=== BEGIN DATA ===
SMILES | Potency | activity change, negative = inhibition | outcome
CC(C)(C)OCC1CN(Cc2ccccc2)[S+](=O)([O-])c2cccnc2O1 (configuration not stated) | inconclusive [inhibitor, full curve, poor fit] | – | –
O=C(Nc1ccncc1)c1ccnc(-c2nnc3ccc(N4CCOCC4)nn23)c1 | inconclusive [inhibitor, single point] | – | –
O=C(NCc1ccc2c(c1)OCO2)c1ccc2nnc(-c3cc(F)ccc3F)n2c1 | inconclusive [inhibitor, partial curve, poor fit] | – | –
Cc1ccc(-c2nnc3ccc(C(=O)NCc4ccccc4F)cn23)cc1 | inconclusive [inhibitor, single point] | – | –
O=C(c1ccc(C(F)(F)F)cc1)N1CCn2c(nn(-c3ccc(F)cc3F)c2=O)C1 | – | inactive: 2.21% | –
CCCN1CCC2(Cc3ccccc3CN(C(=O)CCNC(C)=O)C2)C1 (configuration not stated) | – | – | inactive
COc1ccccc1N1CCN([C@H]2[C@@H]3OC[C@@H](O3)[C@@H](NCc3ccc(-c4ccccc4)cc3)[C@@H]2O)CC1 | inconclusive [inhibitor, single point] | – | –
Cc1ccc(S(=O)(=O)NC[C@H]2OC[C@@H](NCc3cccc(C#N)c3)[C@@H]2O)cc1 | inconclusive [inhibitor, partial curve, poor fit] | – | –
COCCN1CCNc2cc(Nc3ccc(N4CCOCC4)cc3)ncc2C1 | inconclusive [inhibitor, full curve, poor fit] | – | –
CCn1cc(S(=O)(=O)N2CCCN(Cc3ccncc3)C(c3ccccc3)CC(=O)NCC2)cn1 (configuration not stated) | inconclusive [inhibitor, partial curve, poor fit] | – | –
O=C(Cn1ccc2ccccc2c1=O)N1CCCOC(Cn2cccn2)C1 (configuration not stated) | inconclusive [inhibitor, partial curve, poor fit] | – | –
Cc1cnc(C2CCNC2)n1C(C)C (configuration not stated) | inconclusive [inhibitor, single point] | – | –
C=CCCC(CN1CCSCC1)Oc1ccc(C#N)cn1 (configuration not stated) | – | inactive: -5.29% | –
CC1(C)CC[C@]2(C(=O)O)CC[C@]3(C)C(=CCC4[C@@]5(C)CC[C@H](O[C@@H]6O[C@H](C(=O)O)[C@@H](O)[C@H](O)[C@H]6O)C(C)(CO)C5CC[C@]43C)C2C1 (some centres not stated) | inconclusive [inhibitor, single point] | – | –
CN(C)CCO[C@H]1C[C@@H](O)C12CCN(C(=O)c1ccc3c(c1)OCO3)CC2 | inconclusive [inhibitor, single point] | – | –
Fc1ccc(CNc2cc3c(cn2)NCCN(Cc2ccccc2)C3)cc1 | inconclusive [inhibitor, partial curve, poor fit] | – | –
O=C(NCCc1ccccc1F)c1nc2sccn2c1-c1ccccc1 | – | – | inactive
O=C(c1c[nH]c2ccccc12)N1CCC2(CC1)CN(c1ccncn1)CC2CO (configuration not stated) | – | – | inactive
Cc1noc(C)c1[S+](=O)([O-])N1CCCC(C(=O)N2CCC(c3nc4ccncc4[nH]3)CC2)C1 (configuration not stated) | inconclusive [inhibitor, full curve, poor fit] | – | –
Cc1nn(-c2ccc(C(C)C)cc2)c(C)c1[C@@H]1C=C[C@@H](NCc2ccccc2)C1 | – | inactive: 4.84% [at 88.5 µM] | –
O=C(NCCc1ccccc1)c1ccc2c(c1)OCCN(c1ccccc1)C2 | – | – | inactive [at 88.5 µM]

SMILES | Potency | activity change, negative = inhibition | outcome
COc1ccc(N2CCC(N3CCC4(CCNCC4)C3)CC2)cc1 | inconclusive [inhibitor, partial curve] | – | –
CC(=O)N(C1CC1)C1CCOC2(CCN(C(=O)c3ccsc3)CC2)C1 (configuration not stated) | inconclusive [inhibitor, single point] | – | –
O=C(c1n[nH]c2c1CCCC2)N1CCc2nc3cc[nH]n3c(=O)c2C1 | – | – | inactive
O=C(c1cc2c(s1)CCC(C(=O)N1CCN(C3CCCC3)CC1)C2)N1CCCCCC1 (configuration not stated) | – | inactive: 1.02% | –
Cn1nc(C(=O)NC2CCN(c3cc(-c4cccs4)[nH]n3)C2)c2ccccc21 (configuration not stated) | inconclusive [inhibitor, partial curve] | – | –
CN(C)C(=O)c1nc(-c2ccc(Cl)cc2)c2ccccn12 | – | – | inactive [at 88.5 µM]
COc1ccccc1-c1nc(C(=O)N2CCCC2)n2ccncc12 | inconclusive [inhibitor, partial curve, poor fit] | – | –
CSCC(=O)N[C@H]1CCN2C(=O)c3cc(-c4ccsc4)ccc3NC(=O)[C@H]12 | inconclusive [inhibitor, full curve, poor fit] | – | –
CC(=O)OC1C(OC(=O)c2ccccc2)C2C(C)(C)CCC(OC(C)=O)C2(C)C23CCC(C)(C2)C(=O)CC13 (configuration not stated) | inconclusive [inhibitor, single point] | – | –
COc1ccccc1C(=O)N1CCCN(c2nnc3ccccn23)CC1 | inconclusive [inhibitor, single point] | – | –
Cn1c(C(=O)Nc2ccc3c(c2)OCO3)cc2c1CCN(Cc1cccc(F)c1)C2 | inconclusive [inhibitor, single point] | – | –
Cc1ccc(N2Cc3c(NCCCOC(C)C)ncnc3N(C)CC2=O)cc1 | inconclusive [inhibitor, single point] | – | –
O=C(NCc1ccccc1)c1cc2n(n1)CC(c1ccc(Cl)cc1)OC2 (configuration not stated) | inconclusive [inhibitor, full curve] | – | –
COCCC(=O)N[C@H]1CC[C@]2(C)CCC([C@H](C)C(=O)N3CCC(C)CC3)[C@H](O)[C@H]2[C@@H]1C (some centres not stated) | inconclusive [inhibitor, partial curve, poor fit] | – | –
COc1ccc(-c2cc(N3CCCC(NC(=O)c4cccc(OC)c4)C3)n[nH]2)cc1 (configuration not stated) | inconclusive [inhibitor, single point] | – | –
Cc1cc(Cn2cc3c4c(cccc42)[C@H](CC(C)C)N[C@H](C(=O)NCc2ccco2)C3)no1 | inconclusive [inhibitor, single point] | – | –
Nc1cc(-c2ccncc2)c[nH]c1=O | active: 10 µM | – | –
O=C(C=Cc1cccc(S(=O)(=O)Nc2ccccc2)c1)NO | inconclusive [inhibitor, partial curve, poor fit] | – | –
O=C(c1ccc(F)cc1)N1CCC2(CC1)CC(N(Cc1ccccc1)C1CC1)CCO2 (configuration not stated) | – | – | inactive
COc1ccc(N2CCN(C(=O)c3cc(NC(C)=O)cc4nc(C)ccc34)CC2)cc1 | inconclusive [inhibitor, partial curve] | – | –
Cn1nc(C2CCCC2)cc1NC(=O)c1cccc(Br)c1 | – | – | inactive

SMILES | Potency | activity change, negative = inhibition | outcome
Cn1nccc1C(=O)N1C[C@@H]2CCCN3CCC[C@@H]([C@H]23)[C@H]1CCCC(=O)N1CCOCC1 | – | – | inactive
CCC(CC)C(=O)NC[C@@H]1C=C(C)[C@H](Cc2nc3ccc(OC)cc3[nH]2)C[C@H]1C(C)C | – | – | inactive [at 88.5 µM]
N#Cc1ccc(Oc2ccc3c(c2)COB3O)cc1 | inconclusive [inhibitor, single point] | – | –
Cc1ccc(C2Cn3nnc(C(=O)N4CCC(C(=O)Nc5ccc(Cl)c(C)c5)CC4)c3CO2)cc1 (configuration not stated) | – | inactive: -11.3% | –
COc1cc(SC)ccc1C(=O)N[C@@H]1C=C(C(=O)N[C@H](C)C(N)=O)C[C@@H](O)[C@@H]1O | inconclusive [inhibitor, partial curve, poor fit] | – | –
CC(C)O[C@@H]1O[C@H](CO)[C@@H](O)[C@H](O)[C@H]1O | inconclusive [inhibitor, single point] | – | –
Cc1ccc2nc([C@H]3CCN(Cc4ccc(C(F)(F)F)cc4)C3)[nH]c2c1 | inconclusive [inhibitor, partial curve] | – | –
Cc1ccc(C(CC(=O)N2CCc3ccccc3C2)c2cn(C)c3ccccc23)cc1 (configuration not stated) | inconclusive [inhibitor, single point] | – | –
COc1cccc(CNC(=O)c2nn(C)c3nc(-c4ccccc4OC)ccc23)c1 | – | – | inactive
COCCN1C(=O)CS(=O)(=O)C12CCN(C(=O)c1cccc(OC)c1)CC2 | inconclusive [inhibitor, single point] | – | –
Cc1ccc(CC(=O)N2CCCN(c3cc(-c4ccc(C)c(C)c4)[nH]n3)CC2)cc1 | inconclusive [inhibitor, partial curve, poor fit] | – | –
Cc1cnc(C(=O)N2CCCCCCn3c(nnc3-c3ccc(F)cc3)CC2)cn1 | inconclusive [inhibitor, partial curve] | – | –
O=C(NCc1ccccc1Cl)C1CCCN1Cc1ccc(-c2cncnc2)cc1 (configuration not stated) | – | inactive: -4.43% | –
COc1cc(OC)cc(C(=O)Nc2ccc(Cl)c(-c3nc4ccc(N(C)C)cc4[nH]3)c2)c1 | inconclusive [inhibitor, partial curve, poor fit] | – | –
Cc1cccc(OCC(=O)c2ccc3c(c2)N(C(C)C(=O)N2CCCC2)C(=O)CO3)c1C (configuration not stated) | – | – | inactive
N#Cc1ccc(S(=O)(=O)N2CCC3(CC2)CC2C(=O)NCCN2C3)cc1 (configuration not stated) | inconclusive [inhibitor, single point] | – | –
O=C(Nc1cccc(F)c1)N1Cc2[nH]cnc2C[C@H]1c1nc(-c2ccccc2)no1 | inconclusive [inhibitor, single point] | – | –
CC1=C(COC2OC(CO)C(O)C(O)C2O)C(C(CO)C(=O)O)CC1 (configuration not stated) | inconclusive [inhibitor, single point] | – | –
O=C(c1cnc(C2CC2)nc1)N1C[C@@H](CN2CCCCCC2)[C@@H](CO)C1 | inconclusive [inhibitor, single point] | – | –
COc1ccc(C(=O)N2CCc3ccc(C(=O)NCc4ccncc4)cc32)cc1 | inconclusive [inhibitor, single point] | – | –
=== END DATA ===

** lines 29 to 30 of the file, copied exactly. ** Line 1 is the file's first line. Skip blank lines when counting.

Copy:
CN(C)C(=O)c1nc(-c2ccc(Cl)cc2)c2ccccn12 | – | – | inactive [at 88.5 µM]
COc1ccccc1-c1nc(C(=O)N2CCCC2)n2ccncc12 | inconclusive [inhibitor, partial curve, poor fit] | – | –